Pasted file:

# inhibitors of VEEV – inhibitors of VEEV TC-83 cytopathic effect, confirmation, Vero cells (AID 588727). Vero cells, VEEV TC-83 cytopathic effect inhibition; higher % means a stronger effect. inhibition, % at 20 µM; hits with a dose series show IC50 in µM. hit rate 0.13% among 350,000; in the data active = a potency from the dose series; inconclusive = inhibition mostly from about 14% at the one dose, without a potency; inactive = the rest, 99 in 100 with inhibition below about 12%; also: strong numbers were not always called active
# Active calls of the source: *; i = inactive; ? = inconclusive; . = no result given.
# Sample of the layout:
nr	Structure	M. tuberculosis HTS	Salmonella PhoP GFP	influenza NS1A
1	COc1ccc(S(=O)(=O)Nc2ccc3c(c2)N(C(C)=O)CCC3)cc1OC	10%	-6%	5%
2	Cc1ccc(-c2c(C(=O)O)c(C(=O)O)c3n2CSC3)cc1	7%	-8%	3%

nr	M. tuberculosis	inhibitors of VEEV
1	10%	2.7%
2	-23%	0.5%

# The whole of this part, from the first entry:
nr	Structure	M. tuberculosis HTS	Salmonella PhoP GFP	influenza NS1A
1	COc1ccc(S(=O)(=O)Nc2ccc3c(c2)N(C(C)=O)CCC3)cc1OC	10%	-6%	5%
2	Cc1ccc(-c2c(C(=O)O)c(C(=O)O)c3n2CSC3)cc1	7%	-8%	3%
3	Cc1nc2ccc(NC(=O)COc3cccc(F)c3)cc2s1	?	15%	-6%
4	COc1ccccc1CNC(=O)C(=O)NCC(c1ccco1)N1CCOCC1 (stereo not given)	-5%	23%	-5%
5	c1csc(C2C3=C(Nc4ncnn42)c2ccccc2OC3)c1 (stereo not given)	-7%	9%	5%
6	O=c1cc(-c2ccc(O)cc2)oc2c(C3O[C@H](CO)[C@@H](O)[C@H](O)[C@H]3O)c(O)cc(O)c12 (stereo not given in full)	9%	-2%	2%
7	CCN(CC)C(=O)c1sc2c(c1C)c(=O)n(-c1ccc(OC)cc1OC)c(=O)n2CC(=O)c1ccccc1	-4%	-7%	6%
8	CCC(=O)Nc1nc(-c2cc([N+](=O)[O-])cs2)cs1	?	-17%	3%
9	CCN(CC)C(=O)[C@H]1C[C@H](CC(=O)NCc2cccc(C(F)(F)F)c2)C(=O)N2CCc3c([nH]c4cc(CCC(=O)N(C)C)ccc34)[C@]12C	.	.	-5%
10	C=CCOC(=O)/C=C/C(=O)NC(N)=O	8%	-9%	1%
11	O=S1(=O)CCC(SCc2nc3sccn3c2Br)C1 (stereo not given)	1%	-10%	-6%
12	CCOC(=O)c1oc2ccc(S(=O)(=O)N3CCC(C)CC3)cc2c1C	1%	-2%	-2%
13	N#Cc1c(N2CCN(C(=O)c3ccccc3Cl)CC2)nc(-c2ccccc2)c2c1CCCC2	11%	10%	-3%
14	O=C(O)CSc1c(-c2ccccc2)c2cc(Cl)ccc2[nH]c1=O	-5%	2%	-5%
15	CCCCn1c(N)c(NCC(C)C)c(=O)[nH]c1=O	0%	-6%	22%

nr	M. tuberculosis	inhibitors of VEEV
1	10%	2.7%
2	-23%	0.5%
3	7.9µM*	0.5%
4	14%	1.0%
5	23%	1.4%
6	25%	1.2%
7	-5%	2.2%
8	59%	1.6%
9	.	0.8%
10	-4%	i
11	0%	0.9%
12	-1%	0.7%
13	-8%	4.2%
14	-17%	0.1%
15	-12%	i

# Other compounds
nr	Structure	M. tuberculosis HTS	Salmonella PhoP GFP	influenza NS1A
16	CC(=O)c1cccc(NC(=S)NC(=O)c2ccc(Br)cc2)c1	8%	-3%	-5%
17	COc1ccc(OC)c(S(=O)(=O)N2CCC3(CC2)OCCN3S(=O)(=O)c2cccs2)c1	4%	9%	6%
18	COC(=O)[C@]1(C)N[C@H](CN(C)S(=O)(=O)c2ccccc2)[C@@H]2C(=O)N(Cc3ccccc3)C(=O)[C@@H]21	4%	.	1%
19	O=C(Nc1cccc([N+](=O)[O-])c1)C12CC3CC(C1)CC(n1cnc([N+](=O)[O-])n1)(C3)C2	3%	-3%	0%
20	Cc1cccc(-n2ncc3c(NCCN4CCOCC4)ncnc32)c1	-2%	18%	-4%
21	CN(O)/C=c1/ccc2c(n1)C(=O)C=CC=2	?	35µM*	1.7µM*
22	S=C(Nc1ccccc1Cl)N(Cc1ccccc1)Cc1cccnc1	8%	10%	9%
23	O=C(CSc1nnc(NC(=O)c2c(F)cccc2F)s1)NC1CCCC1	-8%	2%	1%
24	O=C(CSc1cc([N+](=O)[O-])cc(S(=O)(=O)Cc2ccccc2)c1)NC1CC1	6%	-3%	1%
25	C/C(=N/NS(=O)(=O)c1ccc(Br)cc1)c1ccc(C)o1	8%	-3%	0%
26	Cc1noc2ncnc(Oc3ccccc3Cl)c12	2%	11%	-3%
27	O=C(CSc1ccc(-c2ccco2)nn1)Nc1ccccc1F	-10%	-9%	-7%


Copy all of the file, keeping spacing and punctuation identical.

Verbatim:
# inhibitors of VEEV – inhibitors of VEEV TC-83 cytopathic effect, confirmation, Vero cells (AID 588727). Vero cells, VEEV TC-83 cytopathic effect inhibition; higher % means a stronger effect. inhibition, % at 20 µM; hits with a dose series show IC50 in µM. hit rate 0.13% among 350,000; in the data active = a potency from the dose series; inconclusive = inhibition mostly from about 14% at the one dose, without a potency; inactive = the rest, 99 in 100 with inhibition below about 12%; also: strong numbers were not always called active
# Active calls of the source: *; i = inactive; ? = inconclusive; . = no result given.
# Sample of the layout:
nr	Structure	M. tuberculosis HTS	Salmonella PhoP GFP	influenza NS1A
1	COc1ccc(S(=O)(=O)Nc2ccc3c(c2)N(C(C)=O)CCC3)cc1OC	10%	-6%	5%
2	Cc1ccc(-c2c(C(=O)O)c(C(=O)O)c3n2CSC3)cc1	7%	-8%	3%

nr	M. tuberculosis	inhibitors of VEEV
1	10%	2.7%
2	-23%	0.5%

# The whole of this part, from the first entry:
nr	Structure	M. tuberculosis HTS	Salmonella PhoP GFP	influenza NS1A
1	COc1ccc(S(=O)(=O)Nc2ccc3c(c2)N(C(C)=O)CCC3)cc1OC	10%	-6%	5%
2	Cc1ccc(-c2c(C(=O)O)c(C(=O)O)c3n2CSC3)cc1	7%	-8%	3%
3	Cc1nc2ccc(NC(=O)COc3cccc(F)c3)cc2s1	?	15%	-6%
4	COc1ccccc1CNC(=O)C(=O)NCC(c1ccco1)N1CCOCC1 (stereo not given)	-5%	23%	-5%
5	c1csc(C2C3=C(Nc4ncnn42)c2ccccc2OC3)c1 (stereo not given)	-7%	9%	5%
6	O=c1cc(-c2ccc(O)cc2)oc2c(C3O[C@H](CO)[C@@H](O)[C@H](O)[C@H]3O)c(O)cc(O)c12 (stereo not given in full)	9%	-2%	2%
7	CCN(CC)C(=O)c1sc2c(c1C)c(=O)n(-c1ccc(OC)cc1OC)c(=O)n2CC(=O)c1ccccc1	-4%	-7%	6%
8	CCC(=O)Nc1nc(-c2cc([N+](=O)[O-])cs2)cs1	?	-17%	3%
9	CCN(CC)C(=O)[C@H]1C[C@H](CC(=O)NCc2cccc(C(F)(F)F)c2)C(=O)N2CCc3c([nH]c4cc(CCC(=O)N(C)C)ccc34)[C@]12C	.	.	-5%
10	C=CCOC(=O)/C=C/C(=O)NC(N)=O	8%	-9%	1%
11	O=S1(=O)CCC(SCc2nc3sccn3c2Br)C1 (stereo not given)	1%	-10%	-6%
12	CCOC(=O)c1oc2ccc(S(=O)(=O)N3CCC(C)CC3)cc2c1C	1%	-2%	-2%
13	N#Cc1c(N2CCN(C(=O)c3ccccc3Cl)CC2)nc(-c2ccccc2)c2c1CCCC2	11%	10%	-3%
14	O=C(O)CSc1c(-c2ccccc2)c2cc(Cl)ccc2[nH]c1=O	-5%	2%	-5%
15	CCCCn1c(N)c(NCC(C)C)c(=O)[nH]c1=O	0%	-6%	22%

nr	M. tuberculosis	inhibitors of VEEV
1	10%	2.7%
2	-23%	0.5%
3	7.9µM*	0.5%
4	14%	1.0%
5	23%	1.4%
6	25%	1.2%
7	-5%	2.2%
8	59%	1.6%
9	.	0.8%
10	-4%	i
11	0%	0.9%
12	-1%	0.7%
13	-8%	4.2%
14	-17%	0.1%
15	-12%	i

# Other compounds
nr	Structure	M. tuberculosis HTS	Salmonella PhoP GFP	influenza NS1A
16	CC(=O)c1cccc(NC(=S)NC(=O)c2ccc(Br)cc2)c1	8%	-3%	-5%
17	COc1ccc(OC)c(S(=O)(=O)N2CCC3(CC2)OCCN3S(=O)(=O)c2cccs2)c1	4%	9%	6%
18	COC(=O)[C@]1(C)N[C@H](CN(C)S(=O)(=O)c2ccccc2)[C@@H]2C(=O)N(Cc3ccccc3)C(=O)[C@@H]21	4%	.	1%
19	O=C(Nc1cccc([N+](=O)[O-])c1)C12CC3CC(C1)CC(n1cnc([N+](=O)[O-])n1)(C3)C2	3%	-3%	0%
20	Cc1cccc(-n2ncc3c(NCCN4CCOCC4)ncnc32)c1	-2%	18%	-4%
21	CN(O)/C=c1/ccc2c(n1)C(=O)C=CC=2	?	35µM*	1.7µM*
22	S=C(Nc1ccccc1Cl)N(Cc1ccccc1)Cc1cccnc1	8%	10%	9%
23	O=C(CSc1nnc(NC(=O)c2c(F)cccc2F)s1)NC1CCCC1	-8%	2%	1%
24	O=C(CSc1cc([N+](=O)[O-])cc(S(=O)(=O)Cc2ccccc2)c1)NC1CC1	6%	-3%	1%
25	C/C(=N/NS(=O)(=O)c1ccc(Br)cc1)c1ccc(C)o1	8%	-3%	0%
26	Cc1noc2ncnc(Oc3ccccc3Cl)c12	2%	11%	-3%
27	O=C(CSc1ccc(-c2ccco2)nn1)Nc1ccccc1F	-10%	-9%	-7%